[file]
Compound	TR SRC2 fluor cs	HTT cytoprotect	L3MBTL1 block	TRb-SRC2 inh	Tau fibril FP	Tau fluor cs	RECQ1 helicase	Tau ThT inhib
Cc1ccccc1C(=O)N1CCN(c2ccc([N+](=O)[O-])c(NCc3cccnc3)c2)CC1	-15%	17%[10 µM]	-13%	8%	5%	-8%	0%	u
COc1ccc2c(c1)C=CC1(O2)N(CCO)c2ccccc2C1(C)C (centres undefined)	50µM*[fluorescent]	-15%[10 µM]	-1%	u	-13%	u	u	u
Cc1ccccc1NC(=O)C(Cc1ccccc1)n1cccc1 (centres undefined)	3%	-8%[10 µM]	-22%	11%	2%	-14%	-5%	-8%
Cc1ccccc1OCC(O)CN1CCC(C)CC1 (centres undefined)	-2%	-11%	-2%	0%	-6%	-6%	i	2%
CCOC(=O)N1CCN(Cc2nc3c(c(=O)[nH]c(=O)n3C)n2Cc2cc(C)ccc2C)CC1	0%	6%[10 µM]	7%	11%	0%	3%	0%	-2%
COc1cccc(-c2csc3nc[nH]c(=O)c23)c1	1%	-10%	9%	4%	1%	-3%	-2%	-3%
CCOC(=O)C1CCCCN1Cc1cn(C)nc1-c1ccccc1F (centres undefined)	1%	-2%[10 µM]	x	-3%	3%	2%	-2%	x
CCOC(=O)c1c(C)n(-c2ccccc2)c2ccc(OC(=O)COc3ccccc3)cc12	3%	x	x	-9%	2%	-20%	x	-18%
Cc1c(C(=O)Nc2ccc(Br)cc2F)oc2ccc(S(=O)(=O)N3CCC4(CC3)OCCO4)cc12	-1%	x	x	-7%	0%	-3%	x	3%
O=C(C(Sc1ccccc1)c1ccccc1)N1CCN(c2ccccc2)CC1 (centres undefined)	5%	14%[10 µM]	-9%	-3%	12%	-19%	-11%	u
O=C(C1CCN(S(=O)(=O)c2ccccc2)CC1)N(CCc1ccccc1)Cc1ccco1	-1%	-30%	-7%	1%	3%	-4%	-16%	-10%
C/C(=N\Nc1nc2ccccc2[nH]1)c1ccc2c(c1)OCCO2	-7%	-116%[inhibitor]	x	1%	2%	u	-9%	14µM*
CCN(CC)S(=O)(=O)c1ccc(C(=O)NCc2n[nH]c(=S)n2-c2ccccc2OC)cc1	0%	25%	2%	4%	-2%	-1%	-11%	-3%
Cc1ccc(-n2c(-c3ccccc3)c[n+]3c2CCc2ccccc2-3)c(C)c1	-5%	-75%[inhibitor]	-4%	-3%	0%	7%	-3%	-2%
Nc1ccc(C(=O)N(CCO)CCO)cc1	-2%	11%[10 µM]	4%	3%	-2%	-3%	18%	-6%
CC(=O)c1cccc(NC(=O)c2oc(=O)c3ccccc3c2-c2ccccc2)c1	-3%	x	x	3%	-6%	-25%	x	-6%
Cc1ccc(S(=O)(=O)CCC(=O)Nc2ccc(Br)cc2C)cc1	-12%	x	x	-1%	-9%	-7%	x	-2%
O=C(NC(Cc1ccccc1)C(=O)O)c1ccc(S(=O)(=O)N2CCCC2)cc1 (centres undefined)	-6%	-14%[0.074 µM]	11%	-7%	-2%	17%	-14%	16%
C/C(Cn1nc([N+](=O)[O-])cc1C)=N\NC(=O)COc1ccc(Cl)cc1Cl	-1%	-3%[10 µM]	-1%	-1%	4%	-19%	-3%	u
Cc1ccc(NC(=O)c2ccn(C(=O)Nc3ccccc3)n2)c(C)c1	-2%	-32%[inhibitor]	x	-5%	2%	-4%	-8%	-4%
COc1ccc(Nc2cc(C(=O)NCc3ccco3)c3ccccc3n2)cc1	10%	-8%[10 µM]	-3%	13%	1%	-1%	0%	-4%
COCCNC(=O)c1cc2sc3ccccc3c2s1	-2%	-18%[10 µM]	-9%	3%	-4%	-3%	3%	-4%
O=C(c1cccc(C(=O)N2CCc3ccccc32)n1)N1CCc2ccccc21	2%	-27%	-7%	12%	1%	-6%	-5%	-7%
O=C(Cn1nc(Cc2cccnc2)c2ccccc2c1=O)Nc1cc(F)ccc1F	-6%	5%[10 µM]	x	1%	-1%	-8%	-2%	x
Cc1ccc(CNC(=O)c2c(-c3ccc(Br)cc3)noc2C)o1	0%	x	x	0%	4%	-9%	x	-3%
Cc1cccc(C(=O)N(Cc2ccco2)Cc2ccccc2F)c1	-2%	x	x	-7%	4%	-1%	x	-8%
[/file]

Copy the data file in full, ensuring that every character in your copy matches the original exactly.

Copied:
Compound	TR SRC2 fluor cs	HTT cytoprotect	L3MBTL1 block	TRb-SRC2 inh	Tau fibril FP	Tau fluor cs	RECQ1 helicase	Tau ThT inhib
Cc1ccccc1C(=O)N1CCN(c2ccc([N+](=O)[O-])c(NCc3cccnc3)c2)CC1	-15%	17%[10 µM]	-13%	8%	5%	-8%	0%	u
COc1ccc2c(c1)C=CC1(O2)N(CCO)c2ccccc2C1(C)C (centres undefined)	50µM*[fluorescent]	-15%[10 µM]	-1%	u	-13%	u	u	u
Cc1ccccc1NC(=O)C(Cc1ccccc1)n1cccc1 (centres undefined)	3%	-8%[10 µM]	-22%	11%	2%	-14%	-5%	-8%
Cc1ccccc1OCC(O)CN1CCC(C)CC1 (centres undefined)	-2%	-11%	-2%	0%	-6%	-6%	i	2%
CCOC(=O)N1CCN(Cc2nc3c(c(=O)[nH]c(=O)n3C)n2Cc2cc(C)ccc2C)CC1	0%	6%[10 µM]	7%	11%	0%	3%	0%	-2%
COc1cccc(-c2csc3nc[nH]c(=O)c23)c1	1%	-10%	9%	4%	1%	-3%	-2%	-3%
CCOC(=O)C1CCCCN1Cc1cn(C)nc1-c1ccccc1F (centres undefined)	1%	-2%[10 µM]	x	-3%	3%	2%	-2%	x
CCOC(=O)c1c(C)n(-c2ccccc2)c2ccc(OC(=O)COc3ccccc3)cc12	3%	x	x	-9%	2%	-20%	x	-18%
Cc1c(C(=O)Nc2ccc(Br)cc2F)oc2ccc(S(=O)(=O)N3CCC4(CC3)OCCO4)cc12	-1%	x	x	-7%	0%	-3%	x	3%
O=C(C(Sc1ccccc1)c1ccccc1)N1CCN(c2ccccc2)CC1 (centres undefined)	5%	14%[10 µM]	-9%	-3%	12%	-19%	-11%	u
O=C(C1CCN(S(=O)(=O)c2ccccc2)CC1)N(CCc1ccccc1)Cc1ccco1	-1%	-30%	-7%	1%	3%	-4%	-16%	-10%
C/C(=N\Nc1nc2ccccc2[nH]1)c1ccc2c(c1)OCCO2	-7%	-116%[inhibitor]	x	1%	2%	u	-9%	14µM*
CCN(CC)S(=O)(=O)c1ccc(C(=O)NCc2n[nH]c(=S)n2-c2ccccc2OC)cc1	0%	25%	2%	4%	-2%	-1%	-11%	-3%
Cc1ccc(-n2c(-c3ccccc3)c[n+]3c2CCc2ccccc2-3)c(C)c1	-5%	-75%[inhibitor]	-4%	-3%	0%	7%	-3%	-2%
Nc1ccc(C(=O)N(CCO)CCO)cc1	-2%	11%[10 µM]	4%	3%	-2%	-3%	18%	-6%
CC(=O)c1cccc(NC(=O)c2oc(=O)c3ccccc3c2-c2ccccc2)c1	-3%	x	x	3%	-6%	-25%	x	-6%
Cc1ccc(S(=O)(=O)CCC(=O)Nc2ccc(Br)cc2C)cc1	-12%	x	x	-1%	-9%	-7%	x	-2%
O=C(NC(Cc1ccccc1)C(=O)O)c1ccc(S(=O)(=O)N2CCCC2)cc1 (centres undefined)	-6%	-14%[0.074 µM]	11%	-7%	-2%	17%	-14%	16%
C/C(Cn1nc([N+](=O)[O-])cc1C)=N\NC(=O)COc1ccc(Cl)cc1Cl	-1%	-3%[10 µM]	-1%	-1%	4%	-19%	-3%	u
Cc1ccc(NC(=O)c2ccn(C(=O)Nc3ccccc3)n2)c(C)c1	-2%	-32%[inhibitor]	x	-5%	2%	-4%	-8%	-4%
COc1ccc(Nc2cc(C(=O)NCc3ccco3)c3ccccc3n2)cc1	10%	-8%[10 µM]	-3%	13%	1%	-1%	0%	-4%
COCCNC(=O)c1cc2sc3ccccc3c2s1	-2%	-18%[10 µM]	-9%	3%	-4%	-3%	3%	-4%
O=C(c1cccc(C(=O)N2CCc3ccccc32)n1)N1CCc2ccccc21	2%	-27%	-7%	12%	1%	-6%	-5%	-7%
O=C(Cn1nc(Cc2cccnc2)c2ccccc2c1=O)Nc1cc(F)ccc1F	-6%	5%[10 µM]	x	1%	-1%	-8%	-2%	x
Cc1ccc(CNC(=O)c2c(-c3ccc(Br)cc3)noc2C)o1	0%	x	x	0%	4%	-9%	x	-3%
Cc1cccc(C(=O)N(Cc2ccco2)Cc2ccccc2F)c1	-2%	x	x	-7%	4%	-1%	x	-8%